Two young children with multiple stab injuries in the chest, back, and head and one adult male with multiple stab injuries in the back and neck were admitted to the MSF facility, according to MSF Surgeon Martin Jarmin. "Currently all patients are stable and we hope they will make a good recovery," he said.
Survivors described indiscriminate violence aimed at civilians, resulting in many deaths. Corpses were apparently thrown in a river.
"I suspect that many more died in Mpeti during this attack, either directly from their injuries or because they were unable to get immediate medical attention in the hours that followed," said Robert. "I fear that the patients we have been able to treat are just the tip of the iceberg."
MSF supports a health center in Mpeti that treats roughly 300 patients per week, mostly for malaria and other common diseases. Since the beginning of the year, insecurity and fighting between armed militias in control of different parts of the area have repeatedly forced Mpeti's roughly 1,000 residents to flee their homes and at times prevented the MSF medical team from accessing patients in need. The village is fully deserted at the moment.
Pakistan 2012 © Haroon Khan/MSF
ISLAMABAD/NEW YORK, MAY 10 2013—Teams from the international medical humanitarian organization Doctors Without Borders/Médecins Sans Frontières (MSF), together with Ministry of Health staff, have treated more than 110 people for blast injuries from election-related violence in Khyber Pakhtunkhwa Province and the Federally Administered Tribal Areas over the past four days, MSF said today.
Pakistan is experiencing an increase in violence related to the general and provincial elections taking place on May 11, in the country's first democratic transition of power. MSF staff treated patients for blast injuries at facilities in Hangu and Lower Dir, Khyber Pakhtunkhwa, and Kurram Agency in the Federally Administered Tribal Areas.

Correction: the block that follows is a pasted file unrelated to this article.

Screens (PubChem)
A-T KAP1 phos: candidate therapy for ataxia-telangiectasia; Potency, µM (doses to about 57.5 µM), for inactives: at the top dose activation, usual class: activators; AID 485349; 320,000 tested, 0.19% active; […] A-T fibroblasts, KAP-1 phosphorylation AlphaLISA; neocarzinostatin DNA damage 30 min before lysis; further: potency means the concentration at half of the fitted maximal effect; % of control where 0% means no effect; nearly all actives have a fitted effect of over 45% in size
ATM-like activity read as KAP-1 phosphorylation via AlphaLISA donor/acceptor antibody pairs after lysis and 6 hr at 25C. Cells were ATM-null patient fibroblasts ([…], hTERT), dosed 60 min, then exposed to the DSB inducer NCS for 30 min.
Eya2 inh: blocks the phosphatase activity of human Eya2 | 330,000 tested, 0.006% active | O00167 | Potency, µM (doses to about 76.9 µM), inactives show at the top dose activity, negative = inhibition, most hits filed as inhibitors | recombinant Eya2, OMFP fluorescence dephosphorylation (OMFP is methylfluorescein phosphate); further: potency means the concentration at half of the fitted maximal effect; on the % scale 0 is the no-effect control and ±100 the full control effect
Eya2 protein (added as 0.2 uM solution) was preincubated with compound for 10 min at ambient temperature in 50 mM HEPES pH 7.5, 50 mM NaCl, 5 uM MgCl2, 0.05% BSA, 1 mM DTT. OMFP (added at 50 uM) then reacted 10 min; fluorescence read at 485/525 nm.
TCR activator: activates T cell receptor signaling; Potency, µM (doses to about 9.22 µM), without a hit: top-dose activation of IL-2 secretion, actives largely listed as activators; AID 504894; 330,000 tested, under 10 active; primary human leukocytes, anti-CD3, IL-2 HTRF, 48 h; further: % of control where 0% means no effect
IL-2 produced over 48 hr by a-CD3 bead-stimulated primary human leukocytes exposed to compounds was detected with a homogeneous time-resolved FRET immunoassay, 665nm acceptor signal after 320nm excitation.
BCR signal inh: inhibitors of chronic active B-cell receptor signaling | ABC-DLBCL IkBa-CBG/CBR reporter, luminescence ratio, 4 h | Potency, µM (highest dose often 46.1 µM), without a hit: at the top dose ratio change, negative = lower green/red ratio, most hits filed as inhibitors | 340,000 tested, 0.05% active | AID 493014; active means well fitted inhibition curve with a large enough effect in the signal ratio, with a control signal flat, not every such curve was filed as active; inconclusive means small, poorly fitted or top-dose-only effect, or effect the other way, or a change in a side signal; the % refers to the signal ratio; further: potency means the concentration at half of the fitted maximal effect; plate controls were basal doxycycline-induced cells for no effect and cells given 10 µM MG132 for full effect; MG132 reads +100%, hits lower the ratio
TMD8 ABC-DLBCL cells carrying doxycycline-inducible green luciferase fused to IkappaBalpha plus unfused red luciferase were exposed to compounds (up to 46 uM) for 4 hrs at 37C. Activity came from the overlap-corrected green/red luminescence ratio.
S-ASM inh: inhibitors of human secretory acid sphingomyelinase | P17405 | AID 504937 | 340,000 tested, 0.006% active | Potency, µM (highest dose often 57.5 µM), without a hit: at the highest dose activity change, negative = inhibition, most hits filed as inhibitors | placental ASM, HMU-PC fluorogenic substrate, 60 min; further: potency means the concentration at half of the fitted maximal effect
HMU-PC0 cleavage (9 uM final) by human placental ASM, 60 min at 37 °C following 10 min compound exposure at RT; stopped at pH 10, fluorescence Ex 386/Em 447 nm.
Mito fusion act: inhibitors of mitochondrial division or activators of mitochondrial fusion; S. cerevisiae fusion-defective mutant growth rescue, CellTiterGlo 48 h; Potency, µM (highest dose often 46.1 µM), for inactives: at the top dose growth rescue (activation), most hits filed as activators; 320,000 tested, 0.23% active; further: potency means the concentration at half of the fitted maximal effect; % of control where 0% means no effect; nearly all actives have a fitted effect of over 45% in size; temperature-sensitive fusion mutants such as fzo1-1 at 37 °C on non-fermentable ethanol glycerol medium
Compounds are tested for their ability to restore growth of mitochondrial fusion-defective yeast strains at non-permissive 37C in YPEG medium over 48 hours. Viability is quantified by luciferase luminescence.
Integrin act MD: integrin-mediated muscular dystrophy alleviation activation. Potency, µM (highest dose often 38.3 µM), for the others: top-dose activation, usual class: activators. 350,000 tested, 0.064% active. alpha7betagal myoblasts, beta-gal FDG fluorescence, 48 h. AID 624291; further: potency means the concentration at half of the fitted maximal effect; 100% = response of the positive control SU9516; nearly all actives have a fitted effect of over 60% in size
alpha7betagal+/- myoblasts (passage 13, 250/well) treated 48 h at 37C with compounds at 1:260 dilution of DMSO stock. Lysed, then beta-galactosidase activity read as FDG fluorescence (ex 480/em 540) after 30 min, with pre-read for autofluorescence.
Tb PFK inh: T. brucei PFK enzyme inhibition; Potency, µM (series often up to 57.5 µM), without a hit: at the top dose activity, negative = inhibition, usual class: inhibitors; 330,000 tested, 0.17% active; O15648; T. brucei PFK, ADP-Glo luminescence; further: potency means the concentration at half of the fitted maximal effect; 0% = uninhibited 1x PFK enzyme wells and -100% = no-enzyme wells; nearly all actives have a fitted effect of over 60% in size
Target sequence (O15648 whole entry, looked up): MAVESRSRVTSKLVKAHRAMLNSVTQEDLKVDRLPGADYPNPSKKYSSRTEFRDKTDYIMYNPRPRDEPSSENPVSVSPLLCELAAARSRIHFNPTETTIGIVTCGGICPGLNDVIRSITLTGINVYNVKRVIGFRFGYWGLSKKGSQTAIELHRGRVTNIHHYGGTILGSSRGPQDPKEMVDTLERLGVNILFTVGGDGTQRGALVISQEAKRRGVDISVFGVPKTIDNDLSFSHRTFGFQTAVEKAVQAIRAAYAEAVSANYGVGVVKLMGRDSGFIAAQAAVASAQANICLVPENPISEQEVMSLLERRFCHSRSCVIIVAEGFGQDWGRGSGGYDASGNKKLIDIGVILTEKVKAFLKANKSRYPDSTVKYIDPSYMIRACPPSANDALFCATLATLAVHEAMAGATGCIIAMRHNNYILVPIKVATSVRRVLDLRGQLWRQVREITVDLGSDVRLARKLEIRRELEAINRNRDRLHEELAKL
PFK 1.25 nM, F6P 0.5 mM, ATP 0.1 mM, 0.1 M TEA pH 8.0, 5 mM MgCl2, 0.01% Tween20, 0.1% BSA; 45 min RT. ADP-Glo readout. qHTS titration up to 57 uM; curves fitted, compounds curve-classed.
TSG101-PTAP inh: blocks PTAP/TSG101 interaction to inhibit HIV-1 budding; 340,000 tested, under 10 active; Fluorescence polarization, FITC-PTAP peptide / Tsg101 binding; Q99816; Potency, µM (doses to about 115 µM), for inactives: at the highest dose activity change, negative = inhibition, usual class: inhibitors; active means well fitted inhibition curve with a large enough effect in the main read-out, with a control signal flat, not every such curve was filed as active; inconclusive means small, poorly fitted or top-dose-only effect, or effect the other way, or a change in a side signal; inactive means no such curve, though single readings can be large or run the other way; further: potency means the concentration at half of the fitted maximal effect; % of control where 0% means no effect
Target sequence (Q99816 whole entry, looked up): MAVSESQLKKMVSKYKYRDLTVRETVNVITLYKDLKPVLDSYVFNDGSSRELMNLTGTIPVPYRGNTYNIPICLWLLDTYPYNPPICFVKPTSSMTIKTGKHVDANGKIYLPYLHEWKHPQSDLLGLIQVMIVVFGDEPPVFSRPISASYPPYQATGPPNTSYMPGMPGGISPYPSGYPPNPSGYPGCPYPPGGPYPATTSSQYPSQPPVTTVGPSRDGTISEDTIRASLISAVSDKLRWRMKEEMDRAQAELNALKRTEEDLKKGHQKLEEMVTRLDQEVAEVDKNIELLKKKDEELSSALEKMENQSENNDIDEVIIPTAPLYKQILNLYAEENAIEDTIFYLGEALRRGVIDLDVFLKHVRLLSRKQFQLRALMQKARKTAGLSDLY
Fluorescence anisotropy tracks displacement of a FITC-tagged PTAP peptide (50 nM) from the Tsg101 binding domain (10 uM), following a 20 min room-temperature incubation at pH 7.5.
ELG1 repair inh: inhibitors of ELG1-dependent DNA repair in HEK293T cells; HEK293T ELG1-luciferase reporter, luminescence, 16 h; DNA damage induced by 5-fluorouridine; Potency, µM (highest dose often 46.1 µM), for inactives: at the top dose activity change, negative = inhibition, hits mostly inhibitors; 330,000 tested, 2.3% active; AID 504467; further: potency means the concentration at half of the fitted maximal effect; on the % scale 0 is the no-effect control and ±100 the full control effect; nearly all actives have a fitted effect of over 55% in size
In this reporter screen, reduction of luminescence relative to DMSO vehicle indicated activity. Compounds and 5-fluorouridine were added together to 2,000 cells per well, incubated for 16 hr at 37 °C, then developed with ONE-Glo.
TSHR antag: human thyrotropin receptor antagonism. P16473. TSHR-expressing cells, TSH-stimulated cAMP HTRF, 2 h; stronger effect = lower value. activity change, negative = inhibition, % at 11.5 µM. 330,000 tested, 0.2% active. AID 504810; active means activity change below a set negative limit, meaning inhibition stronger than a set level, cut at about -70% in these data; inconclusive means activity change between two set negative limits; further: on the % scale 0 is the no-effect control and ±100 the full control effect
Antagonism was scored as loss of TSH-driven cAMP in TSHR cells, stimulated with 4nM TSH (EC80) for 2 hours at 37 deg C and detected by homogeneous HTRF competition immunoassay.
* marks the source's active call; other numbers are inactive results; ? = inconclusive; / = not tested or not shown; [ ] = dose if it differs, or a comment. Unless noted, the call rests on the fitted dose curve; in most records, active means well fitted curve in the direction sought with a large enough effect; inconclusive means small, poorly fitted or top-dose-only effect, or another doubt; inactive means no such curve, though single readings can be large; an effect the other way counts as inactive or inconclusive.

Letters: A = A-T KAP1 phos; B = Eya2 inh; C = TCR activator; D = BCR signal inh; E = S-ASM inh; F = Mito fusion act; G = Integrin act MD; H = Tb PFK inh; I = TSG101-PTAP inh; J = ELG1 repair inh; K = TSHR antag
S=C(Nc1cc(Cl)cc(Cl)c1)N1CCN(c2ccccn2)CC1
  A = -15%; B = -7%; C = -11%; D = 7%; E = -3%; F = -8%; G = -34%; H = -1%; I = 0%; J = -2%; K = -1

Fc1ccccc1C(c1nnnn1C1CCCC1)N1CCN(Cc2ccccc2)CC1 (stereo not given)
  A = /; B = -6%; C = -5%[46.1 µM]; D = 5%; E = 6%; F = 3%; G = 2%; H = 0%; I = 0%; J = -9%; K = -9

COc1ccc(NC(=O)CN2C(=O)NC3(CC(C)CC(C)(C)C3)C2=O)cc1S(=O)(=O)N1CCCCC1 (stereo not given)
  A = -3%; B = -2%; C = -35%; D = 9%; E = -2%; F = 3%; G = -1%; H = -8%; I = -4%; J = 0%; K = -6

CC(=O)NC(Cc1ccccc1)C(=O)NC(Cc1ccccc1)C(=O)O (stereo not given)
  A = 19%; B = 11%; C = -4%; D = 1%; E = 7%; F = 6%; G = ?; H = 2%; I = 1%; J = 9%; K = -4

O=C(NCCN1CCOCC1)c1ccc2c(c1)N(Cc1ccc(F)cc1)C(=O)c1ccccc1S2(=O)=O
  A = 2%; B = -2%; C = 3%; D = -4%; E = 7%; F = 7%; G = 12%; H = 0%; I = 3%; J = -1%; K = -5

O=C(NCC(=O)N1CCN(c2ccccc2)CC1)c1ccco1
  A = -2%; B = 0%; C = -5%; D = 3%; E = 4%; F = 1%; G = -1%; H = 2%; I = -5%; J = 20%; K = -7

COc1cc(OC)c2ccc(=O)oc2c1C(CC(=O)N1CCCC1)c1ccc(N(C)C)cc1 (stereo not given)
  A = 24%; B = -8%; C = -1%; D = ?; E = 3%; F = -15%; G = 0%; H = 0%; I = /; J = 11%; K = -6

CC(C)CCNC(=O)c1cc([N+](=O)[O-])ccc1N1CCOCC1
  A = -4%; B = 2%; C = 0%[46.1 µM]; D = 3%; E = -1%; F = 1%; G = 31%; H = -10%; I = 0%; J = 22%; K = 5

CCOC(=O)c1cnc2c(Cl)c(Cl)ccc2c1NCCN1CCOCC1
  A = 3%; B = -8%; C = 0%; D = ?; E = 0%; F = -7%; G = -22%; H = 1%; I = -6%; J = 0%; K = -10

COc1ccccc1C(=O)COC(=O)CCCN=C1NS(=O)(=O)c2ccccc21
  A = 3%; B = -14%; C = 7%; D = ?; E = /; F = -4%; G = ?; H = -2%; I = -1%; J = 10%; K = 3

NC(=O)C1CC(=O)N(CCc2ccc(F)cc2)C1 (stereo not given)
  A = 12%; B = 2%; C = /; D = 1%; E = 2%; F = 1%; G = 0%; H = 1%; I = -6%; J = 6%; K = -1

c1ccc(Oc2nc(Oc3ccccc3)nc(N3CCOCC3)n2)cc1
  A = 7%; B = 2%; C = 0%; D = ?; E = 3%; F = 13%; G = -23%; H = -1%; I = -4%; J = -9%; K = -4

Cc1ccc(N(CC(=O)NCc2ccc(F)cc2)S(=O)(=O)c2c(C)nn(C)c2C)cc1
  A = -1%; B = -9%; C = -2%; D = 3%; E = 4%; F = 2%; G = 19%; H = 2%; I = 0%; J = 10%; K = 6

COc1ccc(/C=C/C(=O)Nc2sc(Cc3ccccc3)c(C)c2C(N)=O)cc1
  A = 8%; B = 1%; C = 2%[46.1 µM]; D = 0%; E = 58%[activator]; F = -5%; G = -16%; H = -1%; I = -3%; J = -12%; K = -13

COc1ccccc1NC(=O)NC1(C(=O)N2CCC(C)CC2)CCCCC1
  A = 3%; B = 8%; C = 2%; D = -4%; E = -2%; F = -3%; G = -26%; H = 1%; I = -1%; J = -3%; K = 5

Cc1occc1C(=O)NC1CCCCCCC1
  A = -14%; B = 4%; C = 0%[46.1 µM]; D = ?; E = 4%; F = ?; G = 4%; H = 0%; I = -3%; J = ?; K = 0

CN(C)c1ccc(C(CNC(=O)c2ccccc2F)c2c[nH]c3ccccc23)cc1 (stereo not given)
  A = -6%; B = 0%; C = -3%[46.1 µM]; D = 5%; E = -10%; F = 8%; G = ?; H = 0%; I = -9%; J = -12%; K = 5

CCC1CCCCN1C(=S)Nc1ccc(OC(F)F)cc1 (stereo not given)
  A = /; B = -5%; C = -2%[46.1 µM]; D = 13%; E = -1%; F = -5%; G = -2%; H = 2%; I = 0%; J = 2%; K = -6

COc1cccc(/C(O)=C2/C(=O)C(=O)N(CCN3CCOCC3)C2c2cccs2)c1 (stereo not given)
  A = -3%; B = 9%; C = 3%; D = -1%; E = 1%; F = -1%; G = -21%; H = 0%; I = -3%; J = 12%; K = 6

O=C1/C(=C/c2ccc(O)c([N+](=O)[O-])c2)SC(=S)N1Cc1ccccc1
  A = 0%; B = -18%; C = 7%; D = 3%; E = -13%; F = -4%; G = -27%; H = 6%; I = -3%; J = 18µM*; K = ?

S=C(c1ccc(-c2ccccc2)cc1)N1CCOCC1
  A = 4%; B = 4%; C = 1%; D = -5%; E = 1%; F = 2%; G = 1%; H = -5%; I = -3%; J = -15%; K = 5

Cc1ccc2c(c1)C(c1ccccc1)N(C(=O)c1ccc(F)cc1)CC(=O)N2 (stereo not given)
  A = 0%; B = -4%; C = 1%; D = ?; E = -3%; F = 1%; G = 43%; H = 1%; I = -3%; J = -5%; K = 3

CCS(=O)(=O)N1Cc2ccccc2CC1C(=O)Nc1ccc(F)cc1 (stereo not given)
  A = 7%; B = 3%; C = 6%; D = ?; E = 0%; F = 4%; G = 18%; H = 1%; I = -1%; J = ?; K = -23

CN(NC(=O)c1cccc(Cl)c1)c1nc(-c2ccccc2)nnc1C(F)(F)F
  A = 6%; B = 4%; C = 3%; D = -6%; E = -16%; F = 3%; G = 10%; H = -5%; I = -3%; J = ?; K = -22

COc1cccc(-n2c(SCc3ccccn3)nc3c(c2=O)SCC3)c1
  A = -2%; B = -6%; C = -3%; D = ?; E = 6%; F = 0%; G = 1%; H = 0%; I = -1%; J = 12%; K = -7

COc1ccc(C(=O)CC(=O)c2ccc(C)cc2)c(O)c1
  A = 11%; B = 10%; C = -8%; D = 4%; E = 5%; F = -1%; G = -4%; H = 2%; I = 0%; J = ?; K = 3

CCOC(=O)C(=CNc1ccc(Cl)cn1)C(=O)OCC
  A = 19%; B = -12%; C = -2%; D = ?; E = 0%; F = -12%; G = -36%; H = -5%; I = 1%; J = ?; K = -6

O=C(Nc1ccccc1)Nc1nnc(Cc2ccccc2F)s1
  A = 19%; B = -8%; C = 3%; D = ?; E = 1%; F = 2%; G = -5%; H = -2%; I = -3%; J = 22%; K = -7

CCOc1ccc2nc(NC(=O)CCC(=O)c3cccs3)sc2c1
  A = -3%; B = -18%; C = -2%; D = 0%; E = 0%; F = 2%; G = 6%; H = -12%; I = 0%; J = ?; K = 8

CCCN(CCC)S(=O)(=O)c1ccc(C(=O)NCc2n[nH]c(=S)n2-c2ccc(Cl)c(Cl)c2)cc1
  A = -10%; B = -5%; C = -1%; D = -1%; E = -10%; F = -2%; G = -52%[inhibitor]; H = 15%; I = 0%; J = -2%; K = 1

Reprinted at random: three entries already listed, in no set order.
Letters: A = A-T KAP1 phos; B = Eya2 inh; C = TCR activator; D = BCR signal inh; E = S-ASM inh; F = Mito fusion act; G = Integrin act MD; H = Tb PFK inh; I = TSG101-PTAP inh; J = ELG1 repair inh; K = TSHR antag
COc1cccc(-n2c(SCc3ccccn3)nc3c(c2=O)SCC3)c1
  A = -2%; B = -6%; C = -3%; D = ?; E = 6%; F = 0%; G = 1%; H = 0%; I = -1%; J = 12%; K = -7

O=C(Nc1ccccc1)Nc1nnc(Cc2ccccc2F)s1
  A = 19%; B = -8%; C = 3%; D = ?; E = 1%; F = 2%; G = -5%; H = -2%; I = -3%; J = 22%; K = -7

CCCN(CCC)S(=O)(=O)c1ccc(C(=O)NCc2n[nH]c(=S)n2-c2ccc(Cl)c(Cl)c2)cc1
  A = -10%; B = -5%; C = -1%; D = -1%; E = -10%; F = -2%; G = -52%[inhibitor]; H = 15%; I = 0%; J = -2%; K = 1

"The escalation in violence has caused massive devastation over a short period of time," said Jean Guy Vataux, MSF country representative in Pakistan. "This is exacerbating an already very difficult situation for the Pakistani people who continue to bear the brunt of these violent acts on every level."
Noncombatants have been the primary victims of the recent violence, which follows several months of armed conflict in Pakistan that mainly injured members of the security forces and armed militants, according to Pakistani media reports.
MSF has been present in Pakistan since 1986, working with Pakistani communities and Afghan refugees. MSF teams have been providing primary and secondary health care in several locations across the country, where people are greatly affected by armed conflict and natural disasters or lack of access to medical care.
MSF teams are currently providing free emergency medical care in Kurram Agency, Bajaur Agency, Khyber Pakhtunkhwa, Balochistan, and Sindh provinces.
MSF relies solely on private financial contributions from individuals around the world and does not accept funding from any government, donor agency, military or politically-affiliated group, for its activities in Pakistan.
India 2013 © Sami Siva
LIMA/NEW YORK, MAY 14, 2013—As negotiations for the Trans-Pacific Partnership (TPP) restart in Lima, Peru, tomorrow, countries must prioritize fixing critical flaws in the agreement that could leave millions of people in developing countries with limited access to affordable generic medicines, international medical humanitarian organization Doctors Without Borders/Médecins Sans Frontières (MSF) said today.
“Substantive discussions on access to medicines have languished for more than a year, with negotiating countries and many other groups, including MSF, voicing concerns about the damaging impacts of the proposed rules,” said Judit Rius Sanjuan, U.S. Manager of the MSF Access Campaign. “The Lima round offers a key opportunity for TPP negotiators to remove harmful provisions from this trade agreement before it’s too late.”
Negotiations on the TPP—a far-reaching trade agreement between 11 Pacific Rim countries—continue to be shrouded in secrecy, but leaked copies of the agreement reveal that the United States is demanding the most harmful package of intellectual property protections ever proposed for a trade agreement with developing countries.
These rules would make it extremely difficult for generic competitors to enter the market, keeping prices unaffordably high, with devastating public health consequences. The proposed provisions would, for example, lower patentability standards, making it much easier for pharmaceutical companies to obtain secondary patents and extend product monopolies for existing drugs; prohibit challenges to weak or invalid patents until after they have been granted; and grant backdoor monopolies by locking up clinical data needed to approve generic drugs.